This trip around the world was indeed our honeymoon, but it did not often feel like it. Days spent on buses, coated in dirt from foreign lands, rummaging through markets to find food that would not destroy our stomachs– long-term travel is anything but glamorous. About halfway through, we realized that we wanted a proper honeymoon to break up this backpacking travel, budget be damned. So it came about that we made our way to Vietnam, booked our stay on the lovely Phu Quoc island, and, a trip out squid fishing.
Yes, we are aware that most people don’t celebrate their union to the partner they love with a night boat into the waters off coastal Vietnam to practice a form of fishing we’d never tried. However, I think we’ve also made it clear at this point that the way express our love to one another is anything but traditional–starting our honeymoon off in Jakarta, Indonesia, may have given it away. We did not mean for the squid boat to happen, but, like most things in travel, when it was suggested to us by the staff at the hotel we were staying at, we shrugged our shoulders and said yes.
After a quick drive, we arrived at the dock for our squid boat tour.
The concierge had been on the boat before we arrived, hanging fake flower garlands of all shapes and colors along the ceiling of our floating open-air dining room. A dozen roses sat simply arranged in the middle of our table across from a selection of drinks and a bottle of prosecco. It could have felt cheesy and silly but it didn’t, it felt more simple and sweet.
We climbed aboard and set off. After motoring for a short 15 minutes or so, the boat anchored off shore of a small island amidst a fleet of small private fishing boats scouring the waters for that night’s catch. We watched the sun burn all it’s oranges and pinks into the sea as it set along the horizon and the sky slowly darken.
The squid fishing started soon after.
Holding wooden poles in one hand and a plastic reel in the other, the fishermen/boat crew got to work. The process looked much like fly fishing — a long cast, a slight tugging of the line as the hook sank, and a continued pull back to cause tension in the line as it was slowly reeled in. We watched as we sipped prosecco at our long, very oversized, table for 2, our stomachs beginning to react to the thought of the fresh seafood lurking in the waters just outside our boat.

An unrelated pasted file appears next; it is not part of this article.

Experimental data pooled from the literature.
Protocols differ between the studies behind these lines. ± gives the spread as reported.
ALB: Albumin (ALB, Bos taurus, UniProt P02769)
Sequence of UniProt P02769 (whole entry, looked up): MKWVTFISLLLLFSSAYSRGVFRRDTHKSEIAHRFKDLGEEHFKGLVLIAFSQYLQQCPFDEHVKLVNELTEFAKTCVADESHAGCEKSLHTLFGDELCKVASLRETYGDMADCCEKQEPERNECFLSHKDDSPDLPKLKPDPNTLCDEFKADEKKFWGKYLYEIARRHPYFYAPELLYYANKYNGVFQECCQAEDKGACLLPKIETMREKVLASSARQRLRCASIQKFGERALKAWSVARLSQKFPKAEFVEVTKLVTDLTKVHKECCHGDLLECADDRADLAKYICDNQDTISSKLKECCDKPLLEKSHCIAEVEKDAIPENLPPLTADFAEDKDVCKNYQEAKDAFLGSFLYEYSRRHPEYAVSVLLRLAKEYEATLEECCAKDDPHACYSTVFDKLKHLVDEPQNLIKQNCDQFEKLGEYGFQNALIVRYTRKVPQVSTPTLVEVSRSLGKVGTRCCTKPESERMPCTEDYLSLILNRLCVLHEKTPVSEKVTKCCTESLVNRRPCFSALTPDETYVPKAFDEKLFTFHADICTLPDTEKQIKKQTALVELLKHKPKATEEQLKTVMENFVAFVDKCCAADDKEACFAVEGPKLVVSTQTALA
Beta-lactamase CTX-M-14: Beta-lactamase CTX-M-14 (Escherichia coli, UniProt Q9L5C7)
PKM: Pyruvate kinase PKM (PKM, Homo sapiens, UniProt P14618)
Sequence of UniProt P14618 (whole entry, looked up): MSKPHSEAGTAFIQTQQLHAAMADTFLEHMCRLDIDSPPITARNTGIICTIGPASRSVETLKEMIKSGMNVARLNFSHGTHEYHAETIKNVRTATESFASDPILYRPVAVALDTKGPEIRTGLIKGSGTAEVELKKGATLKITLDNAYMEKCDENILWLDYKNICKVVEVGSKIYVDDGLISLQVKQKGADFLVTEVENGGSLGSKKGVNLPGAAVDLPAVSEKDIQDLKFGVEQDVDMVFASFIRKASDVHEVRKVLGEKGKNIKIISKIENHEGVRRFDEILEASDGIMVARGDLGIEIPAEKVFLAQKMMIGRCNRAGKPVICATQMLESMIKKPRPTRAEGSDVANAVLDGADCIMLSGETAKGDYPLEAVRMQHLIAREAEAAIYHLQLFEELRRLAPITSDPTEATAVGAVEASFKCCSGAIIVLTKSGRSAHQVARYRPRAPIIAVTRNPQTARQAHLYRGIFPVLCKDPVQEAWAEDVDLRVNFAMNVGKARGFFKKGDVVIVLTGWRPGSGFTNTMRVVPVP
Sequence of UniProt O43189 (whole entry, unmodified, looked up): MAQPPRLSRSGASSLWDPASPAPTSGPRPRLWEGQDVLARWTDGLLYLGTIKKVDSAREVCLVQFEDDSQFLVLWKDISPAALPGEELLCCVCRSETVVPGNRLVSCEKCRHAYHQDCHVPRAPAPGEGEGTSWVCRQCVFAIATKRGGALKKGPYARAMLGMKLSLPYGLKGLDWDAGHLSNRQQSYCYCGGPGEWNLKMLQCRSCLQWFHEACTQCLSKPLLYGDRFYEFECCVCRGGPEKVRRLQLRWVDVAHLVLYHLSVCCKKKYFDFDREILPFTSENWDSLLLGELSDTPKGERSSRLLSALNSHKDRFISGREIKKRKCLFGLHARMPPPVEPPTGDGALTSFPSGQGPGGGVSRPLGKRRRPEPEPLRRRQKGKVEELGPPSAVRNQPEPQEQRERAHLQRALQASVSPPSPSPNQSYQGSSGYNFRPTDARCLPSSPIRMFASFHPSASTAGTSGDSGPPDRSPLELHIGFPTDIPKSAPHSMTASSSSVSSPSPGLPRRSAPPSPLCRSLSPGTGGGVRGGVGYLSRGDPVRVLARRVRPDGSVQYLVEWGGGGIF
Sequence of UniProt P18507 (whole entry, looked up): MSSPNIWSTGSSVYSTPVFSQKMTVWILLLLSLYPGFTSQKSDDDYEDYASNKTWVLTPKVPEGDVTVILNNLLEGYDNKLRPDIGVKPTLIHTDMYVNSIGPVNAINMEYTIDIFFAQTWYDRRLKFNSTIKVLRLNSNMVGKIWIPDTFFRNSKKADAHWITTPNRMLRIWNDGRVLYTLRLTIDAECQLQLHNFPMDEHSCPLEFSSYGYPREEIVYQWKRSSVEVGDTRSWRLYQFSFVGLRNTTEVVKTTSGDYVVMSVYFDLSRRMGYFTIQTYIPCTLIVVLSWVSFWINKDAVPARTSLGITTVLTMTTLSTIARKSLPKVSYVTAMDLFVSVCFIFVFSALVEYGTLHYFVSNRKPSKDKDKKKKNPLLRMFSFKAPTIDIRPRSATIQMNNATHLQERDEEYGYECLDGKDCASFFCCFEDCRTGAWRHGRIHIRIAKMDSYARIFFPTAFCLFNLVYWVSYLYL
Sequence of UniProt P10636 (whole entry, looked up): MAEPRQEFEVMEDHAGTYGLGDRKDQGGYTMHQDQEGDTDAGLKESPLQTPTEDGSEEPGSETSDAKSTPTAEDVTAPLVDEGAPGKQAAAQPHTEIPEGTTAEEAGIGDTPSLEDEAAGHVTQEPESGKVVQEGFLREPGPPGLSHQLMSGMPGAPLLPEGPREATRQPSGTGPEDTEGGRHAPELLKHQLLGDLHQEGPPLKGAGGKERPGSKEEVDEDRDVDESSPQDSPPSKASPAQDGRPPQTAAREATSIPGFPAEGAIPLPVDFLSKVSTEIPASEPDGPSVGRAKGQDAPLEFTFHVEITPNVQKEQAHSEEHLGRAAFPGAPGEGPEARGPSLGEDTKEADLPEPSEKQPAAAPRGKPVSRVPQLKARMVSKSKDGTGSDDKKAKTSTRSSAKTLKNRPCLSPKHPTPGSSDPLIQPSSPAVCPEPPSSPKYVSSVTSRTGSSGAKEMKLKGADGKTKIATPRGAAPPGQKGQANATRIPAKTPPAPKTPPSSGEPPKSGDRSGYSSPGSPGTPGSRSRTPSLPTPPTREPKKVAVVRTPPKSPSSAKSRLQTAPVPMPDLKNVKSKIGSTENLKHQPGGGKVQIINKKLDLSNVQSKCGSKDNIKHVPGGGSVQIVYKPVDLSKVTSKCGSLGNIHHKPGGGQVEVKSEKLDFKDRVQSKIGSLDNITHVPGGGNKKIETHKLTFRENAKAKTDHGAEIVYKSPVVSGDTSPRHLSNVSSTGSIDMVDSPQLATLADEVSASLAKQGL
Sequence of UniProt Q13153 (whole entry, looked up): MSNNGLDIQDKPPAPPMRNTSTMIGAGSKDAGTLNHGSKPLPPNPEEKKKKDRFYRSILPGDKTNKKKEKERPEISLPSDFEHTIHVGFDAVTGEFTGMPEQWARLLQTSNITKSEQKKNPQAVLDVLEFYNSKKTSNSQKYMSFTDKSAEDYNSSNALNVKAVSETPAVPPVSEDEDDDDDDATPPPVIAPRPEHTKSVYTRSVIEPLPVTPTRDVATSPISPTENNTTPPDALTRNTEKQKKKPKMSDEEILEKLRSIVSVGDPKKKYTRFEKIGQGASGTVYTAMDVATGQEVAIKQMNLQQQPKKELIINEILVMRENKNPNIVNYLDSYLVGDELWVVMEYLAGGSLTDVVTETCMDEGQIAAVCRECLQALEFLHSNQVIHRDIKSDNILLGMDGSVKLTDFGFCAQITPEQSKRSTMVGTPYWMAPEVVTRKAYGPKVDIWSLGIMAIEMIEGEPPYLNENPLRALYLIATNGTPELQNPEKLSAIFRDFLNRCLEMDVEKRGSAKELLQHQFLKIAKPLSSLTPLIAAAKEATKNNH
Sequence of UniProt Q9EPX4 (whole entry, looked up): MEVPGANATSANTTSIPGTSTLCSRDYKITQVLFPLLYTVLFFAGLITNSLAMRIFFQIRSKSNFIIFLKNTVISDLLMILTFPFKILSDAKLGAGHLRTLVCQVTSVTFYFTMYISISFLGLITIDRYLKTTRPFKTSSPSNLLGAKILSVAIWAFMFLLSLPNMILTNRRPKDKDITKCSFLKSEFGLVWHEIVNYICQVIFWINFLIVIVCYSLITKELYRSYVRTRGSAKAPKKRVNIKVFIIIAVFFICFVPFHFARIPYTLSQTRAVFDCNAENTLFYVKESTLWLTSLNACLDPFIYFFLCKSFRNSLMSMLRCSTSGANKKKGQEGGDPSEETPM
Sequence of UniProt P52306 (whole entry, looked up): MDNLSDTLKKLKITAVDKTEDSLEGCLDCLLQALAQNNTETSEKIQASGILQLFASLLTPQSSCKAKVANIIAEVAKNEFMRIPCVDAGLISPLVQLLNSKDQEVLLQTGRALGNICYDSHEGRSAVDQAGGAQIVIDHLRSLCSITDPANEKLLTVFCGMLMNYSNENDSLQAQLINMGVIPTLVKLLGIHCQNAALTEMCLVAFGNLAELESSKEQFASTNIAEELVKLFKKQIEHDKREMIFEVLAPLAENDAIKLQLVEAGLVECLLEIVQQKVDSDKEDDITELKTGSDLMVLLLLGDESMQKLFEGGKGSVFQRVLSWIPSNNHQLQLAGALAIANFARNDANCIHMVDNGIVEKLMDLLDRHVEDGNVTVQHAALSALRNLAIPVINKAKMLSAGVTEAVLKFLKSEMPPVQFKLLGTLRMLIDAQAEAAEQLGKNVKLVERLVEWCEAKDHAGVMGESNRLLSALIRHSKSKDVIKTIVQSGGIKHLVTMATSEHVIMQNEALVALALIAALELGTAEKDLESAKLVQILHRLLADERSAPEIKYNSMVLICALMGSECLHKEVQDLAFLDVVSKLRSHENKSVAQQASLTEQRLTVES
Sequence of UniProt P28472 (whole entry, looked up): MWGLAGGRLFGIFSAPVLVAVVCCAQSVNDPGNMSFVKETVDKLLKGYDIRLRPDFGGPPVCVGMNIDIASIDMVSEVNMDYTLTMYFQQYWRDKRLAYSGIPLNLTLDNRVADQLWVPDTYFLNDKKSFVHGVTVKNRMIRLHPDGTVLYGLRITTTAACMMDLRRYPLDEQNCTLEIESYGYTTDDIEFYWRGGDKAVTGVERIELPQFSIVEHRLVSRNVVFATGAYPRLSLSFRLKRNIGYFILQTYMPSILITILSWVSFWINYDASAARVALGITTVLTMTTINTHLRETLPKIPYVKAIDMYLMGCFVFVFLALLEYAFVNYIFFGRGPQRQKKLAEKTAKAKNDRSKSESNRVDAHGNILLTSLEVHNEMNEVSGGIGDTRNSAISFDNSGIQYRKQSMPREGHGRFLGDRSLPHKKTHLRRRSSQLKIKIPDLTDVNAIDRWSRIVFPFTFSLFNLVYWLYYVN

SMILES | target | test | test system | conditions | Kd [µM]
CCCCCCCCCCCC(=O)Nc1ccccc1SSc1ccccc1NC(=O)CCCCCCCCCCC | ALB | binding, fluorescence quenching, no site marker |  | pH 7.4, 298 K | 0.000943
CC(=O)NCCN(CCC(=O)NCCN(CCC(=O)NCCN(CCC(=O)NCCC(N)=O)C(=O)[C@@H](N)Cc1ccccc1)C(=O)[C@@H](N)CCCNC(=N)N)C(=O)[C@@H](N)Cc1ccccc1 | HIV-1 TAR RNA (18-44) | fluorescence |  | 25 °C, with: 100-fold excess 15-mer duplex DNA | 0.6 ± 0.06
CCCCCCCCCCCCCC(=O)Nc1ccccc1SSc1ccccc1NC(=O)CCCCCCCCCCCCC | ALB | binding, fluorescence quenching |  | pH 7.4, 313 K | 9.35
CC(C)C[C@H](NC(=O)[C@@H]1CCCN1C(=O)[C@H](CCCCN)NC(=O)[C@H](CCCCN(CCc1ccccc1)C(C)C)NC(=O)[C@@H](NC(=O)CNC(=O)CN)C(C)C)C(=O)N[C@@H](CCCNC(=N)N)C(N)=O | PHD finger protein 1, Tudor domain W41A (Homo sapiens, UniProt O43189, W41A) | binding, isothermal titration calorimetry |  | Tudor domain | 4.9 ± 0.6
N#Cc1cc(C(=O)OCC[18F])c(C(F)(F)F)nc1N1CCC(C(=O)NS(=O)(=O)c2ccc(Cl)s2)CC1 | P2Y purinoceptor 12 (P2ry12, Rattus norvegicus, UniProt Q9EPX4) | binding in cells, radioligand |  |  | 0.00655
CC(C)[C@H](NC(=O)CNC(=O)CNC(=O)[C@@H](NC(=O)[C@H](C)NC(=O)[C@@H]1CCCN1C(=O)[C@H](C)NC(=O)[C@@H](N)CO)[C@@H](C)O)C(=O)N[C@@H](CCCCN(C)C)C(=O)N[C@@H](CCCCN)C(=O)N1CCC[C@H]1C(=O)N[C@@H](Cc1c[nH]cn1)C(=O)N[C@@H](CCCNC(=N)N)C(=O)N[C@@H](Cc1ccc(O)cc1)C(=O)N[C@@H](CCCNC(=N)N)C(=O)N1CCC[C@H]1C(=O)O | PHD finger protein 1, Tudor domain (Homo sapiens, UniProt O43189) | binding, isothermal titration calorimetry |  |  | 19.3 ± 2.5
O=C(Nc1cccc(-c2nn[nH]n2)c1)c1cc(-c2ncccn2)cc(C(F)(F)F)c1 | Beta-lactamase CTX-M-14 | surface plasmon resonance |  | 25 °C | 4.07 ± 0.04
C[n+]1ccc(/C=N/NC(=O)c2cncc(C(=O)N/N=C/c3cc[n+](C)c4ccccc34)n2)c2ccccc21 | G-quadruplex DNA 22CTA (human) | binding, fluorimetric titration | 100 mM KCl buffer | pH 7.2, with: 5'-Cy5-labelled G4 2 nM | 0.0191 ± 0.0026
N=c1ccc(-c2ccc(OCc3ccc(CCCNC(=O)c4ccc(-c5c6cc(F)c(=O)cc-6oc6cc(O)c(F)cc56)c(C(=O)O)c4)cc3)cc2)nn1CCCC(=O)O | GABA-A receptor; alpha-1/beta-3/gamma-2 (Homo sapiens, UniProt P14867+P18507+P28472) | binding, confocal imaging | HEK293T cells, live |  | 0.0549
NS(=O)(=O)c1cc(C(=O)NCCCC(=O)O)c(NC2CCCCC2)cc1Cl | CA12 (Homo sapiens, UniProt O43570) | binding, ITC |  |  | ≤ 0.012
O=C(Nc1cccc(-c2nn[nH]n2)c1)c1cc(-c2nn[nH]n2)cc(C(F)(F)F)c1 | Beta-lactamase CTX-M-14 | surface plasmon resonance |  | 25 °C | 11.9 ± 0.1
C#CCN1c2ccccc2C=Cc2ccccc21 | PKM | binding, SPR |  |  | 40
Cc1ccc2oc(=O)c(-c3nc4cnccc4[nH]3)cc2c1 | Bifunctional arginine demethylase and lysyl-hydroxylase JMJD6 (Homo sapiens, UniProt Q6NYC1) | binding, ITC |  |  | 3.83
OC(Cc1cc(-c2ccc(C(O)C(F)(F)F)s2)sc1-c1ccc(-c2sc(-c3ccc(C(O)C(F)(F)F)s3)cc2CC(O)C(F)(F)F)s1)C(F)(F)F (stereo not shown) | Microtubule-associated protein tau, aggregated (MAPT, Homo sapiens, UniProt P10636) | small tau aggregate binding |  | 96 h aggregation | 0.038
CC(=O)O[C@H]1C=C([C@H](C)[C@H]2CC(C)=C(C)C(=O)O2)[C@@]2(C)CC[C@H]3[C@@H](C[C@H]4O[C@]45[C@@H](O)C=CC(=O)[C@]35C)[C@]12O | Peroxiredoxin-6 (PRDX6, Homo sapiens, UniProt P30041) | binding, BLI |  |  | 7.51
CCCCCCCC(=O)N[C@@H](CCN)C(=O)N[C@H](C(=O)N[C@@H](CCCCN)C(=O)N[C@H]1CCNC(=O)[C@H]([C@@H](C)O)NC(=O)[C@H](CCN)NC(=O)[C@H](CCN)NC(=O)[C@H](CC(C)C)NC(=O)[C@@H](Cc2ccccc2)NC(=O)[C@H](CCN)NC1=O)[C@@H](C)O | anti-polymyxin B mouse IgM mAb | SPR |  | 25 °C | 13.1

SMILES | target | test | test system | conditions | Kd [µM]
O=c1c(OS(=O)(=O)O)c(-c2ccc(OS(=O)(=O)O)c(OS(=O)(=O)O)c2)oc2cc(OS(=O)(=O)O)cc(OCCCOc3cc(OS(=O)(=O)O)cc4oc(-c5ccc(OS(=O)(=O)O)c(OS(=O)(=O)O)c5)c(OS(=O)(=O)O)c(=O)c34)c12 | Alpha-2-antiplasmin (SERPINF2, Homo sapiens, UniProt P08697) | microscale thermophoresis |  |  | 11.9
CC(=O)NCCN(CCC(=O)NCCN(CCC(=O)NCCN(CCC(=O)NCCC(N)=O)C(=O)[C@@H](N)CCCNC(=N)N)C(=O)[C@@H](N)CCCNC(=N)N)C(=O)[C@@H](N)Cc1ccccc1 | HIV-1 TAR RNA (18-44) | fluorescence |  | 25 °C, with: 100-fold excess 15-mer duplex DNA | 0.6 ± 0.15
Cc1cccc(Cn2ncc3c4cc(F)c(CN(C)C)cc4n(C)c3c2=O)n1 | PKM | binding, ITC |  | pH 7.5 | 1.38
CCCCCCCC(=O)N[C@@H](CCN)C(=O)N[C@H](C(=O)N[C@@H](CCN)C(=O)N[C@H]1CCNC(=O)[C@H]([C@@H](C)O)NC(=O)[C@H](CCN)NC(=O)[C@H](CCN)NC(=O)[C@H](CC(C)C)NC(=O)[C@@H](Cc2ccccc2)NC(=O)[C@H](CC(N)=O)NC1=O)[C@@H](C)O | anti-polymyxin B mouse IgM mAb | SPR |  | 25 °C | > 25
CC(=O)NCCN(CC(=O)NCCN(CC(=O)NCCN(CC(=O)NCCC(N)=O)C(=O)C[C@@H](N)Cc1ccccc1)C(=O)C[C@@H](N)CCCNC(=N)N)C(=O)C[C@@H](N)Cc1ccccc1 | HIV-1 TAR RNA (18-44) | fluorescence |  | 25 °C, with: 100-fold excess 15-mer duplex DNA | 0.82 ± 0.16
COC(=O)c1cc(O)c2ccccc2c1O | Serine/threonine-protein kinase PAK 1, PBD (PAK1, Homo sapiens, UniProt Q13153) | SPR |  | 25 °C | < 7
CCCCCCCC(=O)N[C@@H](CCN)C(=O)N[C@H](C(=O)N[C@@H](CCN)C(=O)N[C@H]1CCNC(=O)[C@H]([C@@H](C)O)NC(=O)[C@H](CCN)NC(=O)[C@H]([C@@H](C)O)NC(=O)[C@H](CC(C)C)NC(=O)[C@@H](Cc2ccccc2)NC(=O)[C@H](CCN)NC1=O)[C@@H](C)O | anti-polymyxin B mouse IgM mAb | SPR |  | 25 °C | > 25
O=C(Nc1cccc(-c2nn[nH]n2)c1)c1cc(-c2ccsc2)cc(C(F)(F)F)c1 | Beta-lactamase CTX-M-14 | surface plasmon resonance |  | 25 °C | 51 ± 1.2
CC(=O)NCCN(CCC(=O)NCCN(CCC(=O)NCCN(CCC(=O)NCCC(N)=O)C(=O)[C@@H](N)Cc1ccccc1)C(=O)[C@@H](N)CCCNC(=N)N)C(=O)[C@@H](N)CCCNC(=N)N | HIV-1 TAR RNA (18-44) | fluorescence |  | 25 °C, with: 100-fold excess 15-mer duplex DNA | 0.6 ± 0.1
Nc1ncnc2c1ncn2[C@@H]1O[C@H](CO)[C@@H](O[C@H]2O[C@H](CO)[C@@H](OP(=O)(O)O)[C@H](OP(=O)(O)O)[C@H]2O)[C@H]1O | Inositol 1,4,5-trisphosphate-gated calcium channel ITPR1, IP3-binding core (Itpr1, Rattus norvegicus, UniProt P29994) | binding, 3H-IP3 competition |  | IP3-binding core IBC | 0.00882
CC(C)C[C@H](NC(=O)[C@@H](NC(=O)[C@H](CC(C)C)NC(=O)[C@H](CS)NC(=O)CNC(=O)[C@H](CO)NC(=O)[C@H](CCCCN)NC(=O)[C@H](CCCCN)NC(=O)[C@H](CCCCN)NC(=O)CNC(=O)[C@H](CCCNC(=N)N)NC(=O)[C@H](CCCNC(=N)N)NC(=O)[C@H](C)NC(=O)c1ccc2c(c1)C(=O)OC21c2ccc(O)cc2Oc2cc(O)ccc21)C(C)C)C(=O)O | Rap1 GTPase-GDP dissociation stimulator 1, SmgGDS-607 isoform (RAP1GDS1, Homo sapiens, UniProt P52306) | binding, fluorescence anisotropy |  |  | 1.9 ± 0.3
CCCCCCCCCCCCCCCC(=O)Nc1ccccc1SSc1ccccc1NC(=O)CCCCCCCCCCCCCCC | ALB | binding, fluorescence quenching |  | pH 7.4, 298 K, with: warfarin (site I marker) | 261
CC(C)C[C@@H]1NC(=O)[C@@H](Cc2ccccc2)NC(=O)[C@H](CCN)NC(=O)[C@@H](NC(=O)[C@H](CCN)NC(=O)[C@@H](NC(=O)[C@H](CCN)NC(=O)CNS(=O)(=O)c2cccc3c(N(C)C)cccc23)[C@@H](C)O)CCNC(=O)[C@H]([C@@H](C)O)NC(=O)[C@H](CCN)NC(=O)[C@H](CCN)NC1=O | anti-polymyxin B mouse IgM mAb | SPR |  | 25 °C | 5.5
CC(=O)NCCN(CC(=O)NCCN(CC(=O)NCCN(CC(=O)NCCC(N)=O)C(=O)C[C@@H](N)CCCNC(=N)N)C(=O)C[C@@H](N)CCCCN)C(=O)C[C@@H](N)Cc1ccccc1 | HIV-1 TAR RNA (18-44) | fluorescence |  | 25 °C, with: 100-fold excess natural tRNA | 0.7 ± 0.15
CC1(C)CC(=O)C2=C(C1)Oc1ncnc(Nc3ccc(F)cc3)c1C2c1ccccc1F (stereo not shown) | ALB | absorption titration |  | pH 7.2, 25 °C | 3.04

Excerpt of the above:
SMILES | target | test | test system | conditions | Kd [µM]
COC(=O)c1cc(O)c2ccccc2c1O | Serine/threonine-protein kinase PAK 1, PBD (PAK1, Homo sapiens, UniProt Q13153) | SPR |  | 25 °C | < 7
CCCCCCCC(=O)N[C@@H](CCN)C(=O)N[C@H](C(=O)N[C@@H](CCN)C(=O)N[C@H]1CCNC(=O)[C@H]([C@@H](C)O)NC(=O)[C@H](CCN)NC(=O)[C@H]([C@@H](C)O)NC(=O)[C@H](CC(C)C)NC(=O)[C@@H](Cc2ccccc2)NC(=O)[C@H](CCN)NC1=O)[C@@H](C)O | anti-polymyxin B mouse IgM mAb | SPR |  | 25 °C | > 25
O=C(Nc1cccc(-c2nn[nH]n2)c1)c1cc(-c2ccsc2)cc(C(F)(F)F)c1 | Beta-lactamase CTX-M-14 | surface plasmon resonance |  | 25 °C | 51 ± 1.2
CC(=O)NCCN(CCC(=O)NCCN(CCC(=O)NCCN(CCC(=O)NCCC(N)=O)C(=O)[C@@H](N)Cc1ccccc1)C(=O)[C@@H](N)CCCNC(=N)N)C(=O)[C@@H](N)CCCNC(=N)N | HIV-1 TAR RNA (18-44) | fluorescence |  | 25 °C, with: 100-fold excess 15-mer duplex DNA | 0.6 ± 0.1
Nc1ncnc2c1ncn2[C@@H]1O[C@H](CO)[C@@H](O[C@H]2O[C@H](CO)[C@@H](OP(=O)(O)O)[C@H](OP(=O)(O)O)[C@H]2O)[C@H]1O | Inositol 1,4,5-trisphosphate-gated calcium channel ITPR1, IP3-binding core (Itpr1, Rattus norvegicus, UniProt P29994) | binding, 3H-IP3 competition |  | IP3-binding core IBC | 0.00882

After reeling in the first two squids of what would turn into many, they disappeared for a brief moment to prepare our first dish. Minutes later they returned, carrying a plate of boiled squid sliced in horizontal pieces with a small bowl of lime wedges and another of salt and pepper. We selected a horizontal slice, squeezed the lime juice to coat in, and dipped it into the simple spices. It was delicious, and likely the freshest seafood we’ve ever had.
Turns out, we love boiled squid.
There was no need to dress it up with a sauce or fancy cooking technique–boiled squid was not a phrase I would have normally thought of as appetizing–but it didn’t need it. The flesh was tender and delicate, the lime, salt, and pepper adding a subtle tang to it that did not detract from the flavor of the squid itself.
Soon we were standing alongside the crew, quietly casting in the darkness, our lines getting maybe a third of the distance as theirs did when we cast. Bright lighting beamed down from the boat into the water, a tactic for luring our dinner to the line. For a while, the only noise we heard was the quiet lapping of the water at the bottom of the boat and the hooks when they hit the water. After our dreams were dashed of having a natural knack for squid fishing, we gave up and watched as the more experienced of our crew pulled in squids of all sizes and even a few fish.
Sitting back down, they continued to serve us courses of our seafood feast. Boiled prawns, again with the simple lime, salt, and pepper bowls came next. Noodles sauteed with cuttlefish, octopus, and vegetables and a giant bowl of seafood congee (my absolute favorite food of the night) hit the table. After we had finished gorging ourselves with as much seafood as our bodies could handle, we nibbled on a fresh fruit platter to the background music of crappy smooth jazz covers of pop songs.
After dinner, we decided to spend the rest of the trip alone.
We climbed to the top deck, and the two of us watched the night sky decorated with stars bright enough to be visible in spite of the boats’ lighting. Eric Clapton played and we danced. We laughed a lot, drank all the prosecco and moved on to the beers, tried in vain to communicate with our boat crew in gestures and broken English, and loved every bit of it.
Ok, ok. I KNOW how corny this is. It’s embarrassing to write it. But to be honest? I don’t give a damn. I loved celebrating my marriage, and I loved celebrating it in this super cliché ridiculous way.
After docking on the shore, we drifted off the boat onto land laughing, arm in arm, a bit drunk off the booze and sea air, and just in love. It was a moment that finally felt worthy of how we feel about each other, and one we will not be quick to forget.